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Turkish dilemma

india Updated: Mar 06, 2009 23:38 IST
Sumana Ramanan
Sumana Ramanan
Hindustan Times
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For more than half a century, Orhan Pamuk has lived in the same neighbourhood, in the same street, in the same building in Istanbul. Yet his work is fraught with the anxiety of not belonging, of being caught in between worlds, precisely because of where he is rooted — in an apartment overlooking the Bosphorus canal, which slices Istanbul into Europe and Asia.

We sense this angst in the intricate Snow, his most overtly political novel, in which he explores the roiling tension between secularists and Islamists in the remote north-eastern Turkish city of Kars.

We feel it in My Name is Red, set in the late 16th century within the Ottoman Empire — a book that critic Richard Eder called “the grandest and most astonishing contest in Pamuk’s internal East-West war.”

And we see it in Istanbul, his memoir-cum-biography of the Turkish capital, especially in his delineation of Huezuen, the fog of melancholy that he imagines has enveloped the once-glorious capital of the Ottoman empire, reduced after World War II to a poor and powerless figure on the edge of a victorious Europe.

“I harbour an anxiety of belonging wherever I go,” said Pamuk, 56, who was in Mumbai this week for a book reading. “I am not comfortable with my identity, just like most of the writers I admire. If I felt at home, I would lose that energy, the anger, the fury to write.”

As a young writer brought up in an upper-class Westernised family in Istanbul and struggling to find a unique voice, Pamuk acutely experienced the tension between East and West, tradition and modernity. He worshipped at the altar of Proust, Mann, Tolstoy and Dostoevsky from the Western pantheon, but also wanted some eastern gods. Living in New York in his mid-thirties, this longing was heightened by his distance from home.

“It was the post-modernist authors (Jorge) Borges and (Italo) Calvino who helped me find my voice,” Pamuk said. “Before I read Borges, I (was told that) all tradition — all classical Ottoman literature and Persian poetry, which I wanted to be influenced by — was mysticism. It was through Borges that I learned to make a distinction between the religious side of classical literature and its literary side.”

Yet, the dilemmas of a Westernised Turk were far “more simple and restricted”, Pamuk said, with a humility that shone through his measured answers and body language, compared with the dilemmas that dog Westernised Indian writers, who carry the burden of colonialism and are forced to write in English.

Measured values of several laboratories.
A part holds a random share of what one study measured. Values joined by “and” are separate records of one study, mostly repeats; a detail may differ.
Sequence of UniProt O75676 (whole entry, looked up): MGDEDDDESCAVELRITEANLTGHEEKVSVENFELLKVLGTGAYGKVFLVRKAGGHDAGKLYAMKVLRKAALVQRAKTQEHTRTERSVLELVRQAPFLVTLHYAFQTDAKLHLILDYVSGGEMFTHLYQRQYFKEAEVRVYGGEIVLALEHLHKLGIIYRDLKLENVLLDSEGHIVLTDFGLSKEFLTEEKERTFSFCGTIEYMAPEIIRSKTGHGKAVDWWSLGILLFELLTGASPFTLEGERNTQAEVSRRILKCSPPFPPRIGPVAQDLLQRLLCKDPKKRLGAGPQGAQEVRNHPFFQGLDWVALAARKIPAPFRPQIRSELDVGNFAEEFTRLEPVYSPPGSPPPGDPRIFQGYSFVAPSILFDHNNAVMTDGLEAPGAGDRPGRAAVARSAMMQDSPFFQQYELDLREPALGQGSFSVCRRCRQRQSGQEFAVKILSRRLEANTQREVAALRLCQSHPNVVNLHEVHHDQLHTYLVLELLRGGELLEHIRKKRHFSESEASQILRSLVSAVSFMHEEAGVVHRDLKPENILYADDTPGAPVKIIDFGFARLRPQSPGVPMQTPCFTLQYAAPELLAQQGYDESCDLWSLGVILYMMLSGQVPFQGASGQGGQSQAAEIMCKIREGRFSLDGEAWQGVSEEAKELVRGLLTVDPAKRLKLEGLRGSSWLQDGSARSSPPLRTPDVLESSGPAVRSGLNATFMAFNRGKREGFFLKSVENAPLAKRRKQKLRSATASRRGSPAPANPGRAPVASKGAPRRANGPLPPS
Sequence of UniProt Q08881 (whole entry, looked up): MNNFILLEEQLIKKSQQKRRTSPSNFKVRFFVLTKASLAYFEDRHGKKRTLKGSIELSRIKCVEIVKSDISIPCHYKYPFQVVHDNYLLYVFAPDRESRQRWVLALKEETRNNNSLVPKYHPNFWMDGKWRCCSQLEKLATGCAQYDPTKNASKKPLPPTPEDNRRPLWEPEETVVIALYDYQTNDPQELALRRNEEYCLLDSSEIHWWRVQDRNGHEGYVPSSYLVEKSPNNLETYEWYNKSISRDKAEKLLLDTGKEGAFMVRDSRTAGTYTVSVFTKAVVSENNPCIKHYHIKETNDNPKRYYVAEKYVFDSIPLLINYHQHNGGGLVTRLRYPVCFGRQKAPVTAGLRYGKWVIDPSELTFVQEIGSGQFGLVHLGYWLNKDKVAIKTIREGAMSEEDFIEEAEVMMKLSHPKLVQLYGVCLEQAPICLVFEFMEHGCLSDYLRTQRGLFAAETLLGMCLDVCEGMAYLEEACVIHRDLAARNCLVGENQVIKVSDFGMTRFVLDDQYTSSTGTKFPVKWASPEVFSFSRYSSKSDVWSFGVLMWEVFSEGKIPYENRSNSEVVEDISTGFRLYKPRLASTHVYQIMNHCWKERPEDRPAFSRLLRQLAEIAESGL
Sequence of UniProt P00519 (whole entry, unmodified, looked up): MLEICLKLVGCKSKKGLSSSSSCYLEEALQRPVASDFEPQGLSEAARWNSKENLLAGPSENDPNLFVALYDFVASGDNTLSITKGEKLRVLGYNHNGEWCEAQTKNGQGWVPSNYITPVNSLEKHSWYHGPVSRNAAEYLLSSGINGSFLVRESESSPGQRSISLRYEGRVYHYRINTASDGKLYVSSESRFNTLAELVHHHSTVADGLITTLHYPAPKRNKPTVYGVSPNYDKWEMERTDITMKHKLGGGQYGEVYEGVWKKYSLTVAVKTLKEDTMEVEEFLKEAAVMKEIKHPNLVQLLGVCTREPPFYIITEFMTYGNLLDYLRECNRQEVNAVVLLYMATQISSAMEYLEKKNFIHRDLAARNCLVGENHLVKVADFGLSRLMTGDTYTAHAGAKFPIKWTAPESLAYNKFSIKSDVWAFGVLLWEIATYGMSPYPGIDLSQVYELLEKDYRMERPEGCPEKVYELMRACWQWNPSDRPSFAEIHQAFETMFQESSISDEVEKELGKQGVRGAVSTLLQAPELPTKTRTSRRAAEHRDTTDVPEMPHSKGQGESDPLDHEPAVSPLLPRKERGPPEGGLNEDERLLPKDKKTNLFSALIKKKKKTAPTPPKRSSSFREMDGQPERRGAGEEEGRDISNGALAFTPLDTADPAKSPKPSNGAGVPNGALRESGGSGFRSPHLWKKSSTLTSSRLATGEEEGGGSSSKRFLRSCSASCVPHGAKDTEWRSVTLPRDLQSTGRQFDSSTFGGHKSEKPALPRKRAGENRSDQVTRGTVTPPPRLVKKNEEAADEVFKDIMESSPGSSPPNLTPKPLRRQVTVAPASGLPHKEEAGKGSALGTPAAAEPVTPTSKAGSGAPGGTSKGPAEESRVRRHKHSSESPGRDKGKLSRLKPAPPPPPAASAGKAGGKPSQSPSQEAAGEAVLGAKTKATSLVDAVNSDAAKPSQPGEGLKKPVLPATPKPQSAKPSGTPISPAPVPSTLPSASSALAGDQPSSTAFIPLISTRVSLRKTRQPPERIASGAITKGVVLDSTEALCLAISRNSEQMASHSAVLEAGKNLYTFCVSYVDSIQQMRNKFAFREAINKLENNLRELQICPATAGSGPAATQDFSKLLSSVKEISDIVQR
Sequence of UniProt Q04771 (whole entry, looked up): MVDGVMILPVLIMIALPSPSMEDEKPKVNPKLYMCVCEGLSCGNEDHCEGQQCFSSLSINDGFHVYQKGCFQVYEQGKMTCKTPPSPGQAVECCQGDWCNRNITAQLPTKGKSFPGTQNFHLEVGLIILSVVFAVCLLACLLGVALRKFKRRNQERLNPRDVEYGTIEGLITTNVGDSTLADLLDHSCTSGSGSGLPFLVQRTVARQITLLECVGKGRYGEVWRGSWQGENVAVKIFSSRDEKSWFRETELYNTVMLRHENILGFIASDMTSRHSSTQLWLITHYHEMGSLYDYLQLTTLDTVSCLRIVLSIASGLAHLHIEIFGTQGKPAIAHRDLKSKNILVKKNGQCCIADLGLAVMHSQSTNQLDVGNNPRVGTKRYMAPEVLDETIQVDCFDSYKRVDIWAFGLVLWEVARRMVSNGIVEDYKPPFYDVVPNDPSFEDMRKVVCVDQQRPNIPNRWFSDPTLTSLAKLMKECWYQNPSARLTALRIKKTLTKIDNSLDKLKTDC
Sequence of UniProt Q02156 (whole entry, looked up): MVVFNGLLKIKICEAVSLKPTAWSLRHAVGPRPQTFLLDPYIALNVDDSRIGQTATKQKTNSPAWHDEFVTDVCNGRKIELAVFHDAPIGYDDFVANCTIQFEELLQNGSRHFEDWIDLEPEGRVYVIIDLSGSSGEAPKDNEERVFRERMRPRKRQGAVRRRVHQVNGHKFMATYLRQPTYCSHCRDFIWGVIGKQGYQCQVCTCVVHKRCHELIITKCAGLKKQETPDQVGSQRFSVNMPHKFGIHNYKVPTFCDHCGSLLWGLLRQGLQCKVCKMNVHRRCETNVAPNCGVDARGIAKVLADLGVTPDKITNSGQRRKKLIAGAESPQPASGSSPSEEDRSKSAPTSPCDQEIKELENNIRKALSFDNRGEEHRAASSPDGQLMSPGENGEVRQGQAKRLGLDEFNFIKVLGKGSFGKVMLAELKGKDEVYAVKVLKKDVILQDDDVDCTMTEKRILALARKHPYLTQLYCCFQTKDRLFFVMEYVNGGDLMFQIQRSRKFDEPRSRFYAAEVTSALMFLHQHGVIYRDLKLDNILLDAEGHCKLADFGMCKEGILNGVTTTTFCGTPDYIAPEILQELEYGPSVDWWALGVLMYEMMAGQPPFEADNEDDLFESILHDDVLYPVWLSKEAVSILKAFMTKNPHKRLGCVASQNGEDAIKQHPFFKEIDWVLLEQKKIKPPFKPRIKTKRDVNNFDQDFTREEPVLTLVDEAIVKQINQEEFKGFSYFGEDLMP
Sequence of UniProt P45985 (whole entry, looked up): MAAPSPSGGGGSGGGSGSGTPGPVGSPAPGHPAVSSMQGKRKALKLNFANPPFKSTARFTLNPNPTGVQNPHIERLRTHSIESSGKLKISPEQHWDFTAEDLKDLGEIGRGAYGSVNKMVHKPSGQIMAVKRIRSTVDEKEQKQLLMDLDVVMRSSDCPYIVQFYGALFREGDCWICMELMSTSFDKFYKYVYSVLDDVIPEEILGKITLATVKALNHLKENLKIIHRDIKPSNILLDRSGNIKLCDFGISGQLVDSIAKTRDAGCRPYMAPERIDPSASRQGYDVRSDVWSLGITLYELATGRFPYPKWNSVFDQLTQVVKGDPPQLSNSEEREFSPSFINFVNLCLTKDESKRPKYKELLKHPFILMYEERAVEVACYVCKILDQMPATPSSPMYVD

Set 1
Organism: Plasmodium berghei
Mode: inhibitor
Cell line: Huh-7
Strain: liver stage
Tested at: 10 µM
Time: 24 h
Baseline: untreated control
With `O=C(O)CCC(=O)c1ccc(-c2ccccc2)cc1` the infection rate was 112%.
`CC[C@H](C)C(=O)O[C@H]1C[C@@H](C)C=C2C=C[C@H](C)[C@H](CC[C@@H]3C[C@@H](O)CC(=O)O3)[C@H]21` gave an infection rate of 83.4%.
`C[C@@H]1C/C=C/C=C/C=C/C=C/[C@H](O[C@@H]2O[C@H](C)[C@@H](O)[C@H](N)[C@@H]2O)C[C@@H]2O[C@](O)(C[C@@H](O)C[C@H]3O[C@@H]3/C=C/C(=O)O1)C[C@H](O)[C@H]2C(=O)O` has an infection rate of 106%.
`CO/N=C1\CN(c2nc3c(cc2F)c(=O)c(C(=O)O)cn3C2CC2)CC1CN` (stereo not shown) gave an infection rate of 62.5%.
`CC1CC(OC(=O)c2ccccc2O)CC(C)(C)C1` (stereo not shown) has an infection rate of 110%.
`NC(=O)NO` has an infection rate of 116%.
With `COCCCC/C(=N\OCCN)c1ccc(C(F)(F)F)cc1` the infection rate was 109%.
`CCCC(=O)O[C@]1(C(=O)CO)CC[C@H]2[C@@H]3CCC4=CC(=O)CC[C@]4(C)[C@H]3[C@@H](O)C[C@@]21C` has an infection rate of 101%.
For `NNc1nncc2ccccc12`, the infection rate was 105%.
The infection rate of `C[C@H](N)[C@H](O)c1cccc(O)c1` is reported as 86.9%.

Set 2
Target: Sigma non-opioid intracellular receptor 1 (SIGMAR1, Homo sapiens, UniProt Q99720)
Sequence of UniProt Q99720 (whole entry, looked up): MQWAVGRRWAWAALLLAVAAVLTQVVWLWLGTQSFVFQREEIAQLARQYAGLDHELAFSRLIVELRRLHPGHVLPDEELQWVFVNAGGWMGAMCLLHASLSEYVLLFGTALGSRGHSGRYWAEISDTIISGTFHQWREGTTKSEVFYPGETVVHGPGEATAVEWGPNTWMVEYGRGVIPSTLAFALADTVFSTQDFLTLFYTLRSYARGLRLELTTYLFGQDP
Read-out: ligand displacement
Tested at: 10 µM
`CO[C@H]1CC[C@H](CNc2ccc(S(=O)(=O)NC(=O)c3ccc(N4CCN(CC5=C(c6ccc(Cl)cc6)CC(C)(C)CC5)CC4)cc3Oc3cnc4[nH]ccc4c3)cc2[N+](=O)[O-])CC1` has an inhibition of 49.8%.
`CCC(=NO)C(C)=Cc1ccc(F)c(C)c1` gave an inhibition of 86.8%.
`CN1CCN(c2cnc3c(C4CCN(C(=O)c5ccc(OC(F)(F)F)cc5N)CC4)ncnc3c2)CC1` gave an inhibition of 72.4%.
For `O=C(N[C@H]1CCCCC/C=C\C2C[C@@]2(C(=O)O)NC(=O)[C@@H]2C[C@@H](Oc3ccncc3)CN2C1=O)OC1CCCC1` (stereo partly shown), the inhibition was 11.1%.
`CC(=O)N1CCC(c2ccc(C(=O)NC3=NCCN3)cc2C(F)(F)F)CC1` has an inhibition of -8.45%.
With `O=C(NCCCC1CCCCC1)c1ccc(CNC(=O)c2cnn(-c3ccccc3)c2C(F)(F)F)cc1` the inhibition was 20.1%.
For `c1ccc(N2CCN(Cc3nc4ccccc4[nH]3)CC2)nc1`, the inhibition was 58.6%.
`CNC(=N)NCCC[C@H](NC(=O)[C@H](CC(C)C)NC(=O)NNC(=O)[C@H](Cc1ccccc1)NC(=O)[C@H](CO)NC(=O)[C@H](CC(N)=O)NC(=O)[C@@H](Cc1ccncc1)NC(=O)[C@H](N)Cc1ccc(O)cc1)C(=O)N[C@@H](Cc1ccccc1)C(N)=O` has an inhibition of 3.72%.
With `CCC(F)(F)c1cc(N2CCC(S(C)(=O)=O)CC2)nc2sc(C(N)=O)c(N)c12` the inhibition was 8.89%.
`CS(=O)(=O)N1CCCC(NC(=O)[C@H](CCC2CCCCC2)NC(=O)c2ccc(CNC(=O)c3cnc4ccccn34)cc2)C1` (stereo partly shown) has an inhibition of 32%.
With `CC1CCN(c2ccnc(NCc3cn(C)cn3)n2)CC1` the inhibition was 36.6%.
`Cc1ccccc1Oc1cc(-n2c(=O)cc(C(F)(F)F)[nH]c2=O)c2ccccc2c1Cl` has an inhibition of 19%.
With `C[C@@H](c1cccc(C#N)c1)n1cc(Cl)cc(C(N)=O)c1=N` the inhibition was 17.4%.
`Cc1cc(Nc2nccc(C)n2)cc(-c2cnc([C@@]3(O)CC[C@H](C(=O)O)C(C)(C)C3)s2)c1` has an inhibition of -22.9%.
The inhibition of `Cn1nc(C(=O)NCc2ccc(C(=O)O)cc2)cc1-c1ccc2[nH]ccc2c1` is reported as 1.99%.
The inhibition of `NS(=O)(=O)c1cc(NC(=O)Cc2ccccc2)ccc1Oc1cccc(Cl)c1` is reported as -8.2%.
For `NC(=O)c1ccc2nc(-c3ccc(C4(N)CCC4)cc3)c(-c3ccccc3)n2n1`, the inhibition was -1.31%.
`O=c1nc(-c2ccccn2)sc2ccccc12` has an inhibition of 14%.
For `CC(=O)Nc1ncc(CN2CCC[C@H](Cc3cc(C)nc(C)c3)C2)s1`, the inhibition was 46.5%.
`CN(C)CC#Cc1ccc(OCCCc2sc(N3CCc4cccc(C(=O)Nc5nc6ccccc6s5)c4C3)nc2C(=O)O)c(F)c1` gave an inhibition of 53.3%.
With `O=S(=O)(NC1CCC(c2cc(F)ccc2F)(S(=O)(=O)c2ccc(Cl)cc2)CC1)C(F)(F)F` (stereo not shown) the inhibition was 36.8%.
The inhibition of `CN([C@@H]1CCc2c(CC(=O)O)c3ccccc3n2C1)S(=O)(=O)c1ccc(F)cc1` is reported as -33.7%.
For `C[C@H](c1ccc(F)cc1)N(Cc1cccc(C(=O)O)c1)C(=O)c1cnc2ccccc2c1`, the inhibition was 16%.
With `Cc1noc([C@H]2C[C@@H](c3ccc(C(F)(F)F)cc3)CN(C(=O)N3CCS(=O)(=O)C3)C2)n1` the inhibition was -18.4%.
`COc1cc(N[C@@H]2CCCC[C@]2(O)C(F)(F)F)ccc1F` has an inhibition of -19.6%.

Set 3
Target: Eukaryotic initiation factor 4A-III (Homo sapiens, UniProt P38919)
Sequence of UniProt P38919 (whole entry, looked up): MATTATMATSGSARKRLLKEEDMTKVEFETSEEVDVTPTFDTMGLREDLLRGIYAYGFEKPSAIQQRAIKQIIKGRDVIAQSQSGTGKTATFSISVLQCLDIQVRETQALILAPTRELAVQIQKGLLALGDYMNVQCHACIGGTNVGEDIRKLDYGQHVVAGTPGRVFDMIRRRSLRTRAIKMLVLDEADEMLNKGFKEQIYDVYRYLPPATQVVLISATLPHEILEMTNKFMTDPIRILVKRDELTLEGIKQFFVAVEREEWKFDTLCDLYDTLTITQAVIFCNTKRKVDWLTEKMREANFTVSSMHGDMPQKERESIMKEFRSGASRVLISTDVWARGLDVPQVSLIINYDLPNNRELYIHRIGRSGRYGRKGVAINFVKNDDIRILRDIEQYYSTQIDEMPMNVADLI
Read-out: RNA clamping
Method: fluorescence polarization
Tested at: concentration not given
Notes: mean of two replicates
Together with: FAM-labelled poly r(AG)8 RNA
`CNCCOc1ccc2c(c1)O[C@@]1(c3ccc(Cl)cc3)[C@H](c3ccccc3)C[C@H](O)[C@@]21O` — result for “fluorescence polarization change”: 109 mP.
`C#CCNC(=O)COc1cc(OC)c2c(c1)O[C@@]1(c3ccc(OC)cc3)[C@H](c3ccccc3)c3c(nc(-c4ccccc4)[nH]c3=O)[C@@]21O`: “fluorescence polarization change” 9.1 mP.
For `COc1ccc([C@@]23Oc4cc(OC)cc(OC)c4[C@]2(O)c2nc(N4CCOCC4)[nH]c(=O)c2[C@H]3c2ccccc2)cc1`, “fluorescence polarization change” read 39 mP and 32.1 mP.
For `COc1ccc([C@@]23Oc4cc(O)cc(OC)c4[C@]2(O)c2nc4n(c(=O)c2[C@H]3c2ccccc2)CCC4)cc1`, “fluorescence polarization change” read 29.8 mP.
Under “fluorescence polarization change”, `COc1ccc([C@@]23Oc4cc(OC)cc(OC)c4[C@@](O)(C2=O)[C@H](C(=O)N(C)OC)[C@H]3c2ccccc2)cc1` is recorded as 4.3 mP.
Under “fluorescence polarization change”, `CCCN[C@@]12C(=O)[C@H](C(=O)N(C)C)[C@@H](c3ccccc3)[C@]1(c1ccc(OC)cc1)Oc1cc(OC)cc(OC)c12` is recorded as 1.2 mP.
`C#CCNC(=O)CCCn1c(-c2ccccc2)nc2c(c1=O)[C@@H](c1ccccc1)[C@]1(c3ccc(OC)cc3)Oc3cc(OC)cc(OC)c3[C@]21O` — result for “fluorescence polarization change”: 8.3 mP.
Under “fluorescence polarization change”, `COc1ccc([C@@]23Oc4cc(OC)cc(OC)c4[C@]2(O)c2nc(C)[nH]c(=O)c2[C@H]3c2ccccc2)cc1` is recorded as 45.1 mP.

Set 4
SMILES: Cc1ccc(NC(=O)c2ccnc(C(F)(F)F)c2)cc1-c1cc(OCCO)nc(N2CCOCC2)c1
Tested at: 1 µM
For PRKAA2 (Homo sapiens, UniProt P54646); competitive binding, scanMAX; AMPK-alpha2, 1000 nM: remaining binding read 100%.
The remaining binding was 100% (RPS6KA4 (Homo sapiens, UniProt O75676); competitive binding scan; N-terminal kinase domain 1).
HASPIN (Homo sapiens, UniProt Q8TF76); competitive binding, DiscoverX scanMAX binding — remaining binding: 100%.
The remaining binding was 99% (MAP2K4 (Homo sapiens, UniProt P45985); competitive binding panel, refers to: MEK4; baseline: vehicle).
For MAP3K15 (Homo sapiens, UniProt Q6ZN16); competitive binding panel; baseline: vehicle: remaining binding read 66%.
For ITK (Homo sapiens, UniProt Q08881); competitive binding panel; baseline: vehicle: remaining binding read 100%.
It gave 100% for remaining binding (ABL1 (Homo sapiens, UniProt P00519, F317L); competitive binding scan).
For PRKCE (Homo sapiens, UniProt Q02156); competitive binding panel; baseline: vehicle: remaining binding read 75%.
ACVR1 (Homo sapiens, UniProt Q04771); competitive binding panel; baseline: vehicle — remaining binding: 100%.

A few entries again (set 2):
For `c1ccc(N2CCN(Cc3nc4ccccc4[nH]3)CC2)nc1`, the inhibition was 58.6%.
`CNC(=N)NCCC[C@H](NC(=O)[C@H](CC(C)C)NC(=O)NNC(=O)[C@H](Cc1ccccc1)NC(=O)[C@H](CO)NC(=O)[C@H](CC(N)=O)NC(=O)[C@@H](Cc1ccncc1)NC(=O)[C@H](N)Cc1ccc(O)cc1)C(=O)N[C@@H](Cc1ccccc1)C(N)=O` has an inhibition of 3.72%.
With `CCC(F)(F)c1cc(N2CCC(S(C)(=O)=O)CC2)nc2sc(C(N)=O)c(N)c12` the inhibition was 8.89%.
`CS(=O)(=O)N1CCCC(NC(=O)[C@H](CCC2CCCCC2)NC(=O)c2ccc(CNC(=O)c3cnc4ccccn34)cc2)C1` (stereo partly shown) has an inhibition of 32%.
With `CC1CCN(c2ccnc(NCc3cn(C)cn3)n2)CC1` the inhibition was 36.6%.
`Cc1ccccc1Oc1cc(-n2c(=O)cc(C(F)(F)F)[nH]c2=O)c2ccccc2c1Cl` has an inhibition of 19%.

“To be able to write in the same language that you use to speak to your grandmother, the man in the street, the grocery shop owners, your mother and everyone, that is a joy that I have,” Pamuk said. “When you write in your native tongue, your response is more poetic.” Yet, for the Nobel-prize winning author, literature is not merely about self-expression; it is also about communicating. “If you cannot communicate to many people with the language you speak with the grocery store owner, that is damning too,” he said.

It is this realisation, and the initial years of enduring the humiliation of being read by just a handful of people that has perhaps led Pamuk to work so closely and enthusiastically with his numerous translators (his books have been translated into more than 50 languages). In his book of essays, Other Colours, he described Turkey as “a country that views the non-reader as the norm and the reader as somehow defective.” (He could be describing India).

“It’s a complicated drama in my life that I love,” he said of his work with his translators. “Sure, you lose something in translation. But… if you have a good translator, you also gain something new. [But] thank god the novel is a translatable form. What about poetry?”

Pamuk, who has been writing for 35 years, may not have engaged with political issues of the day as aggressively as literary figures like Harold Pinter and Nadine Gordimer, but he has never shied away from speaking his mind. The full wrath of the Turkish state came down on him for his statements in 2005 to a Swiss publication about the Turkish massacre of one million Armenians and 30,000 Kurds.

Yet Pamuk said he did not want to “over-dramatise” the court hearings he had had to endure and harassment he had faced because many Turkish writers had fared much worse in the hands of the state. With the same candidness he described the now hackneyed thesis of “a clash of civilisations” as a tool that is used to legitimise American domination, “the right to kill and bomb whoever you want.”

“The Western media is using this (concept) to legitimise killing non-Westerners, 100,000 Iraqis,” he said. “I would rather pay attention to how civilisations can come together.”

But ultimately, Pamuk said he engaged with the larger themes and political issues primarily as a writer, trying to create something beautiful.

“I don’t write my novels to be ethically correct or serve society,” he said. “I understand questions through the suffering of the human heart. I understand the suffering of the girl who wears a headscarf. I also understand the suffering of the girl who wears a mini-skirt or who cannot wear a mini-skirt. The core of the art of the novel lies in the novelist’s capacity for identifying with ‘the other’.”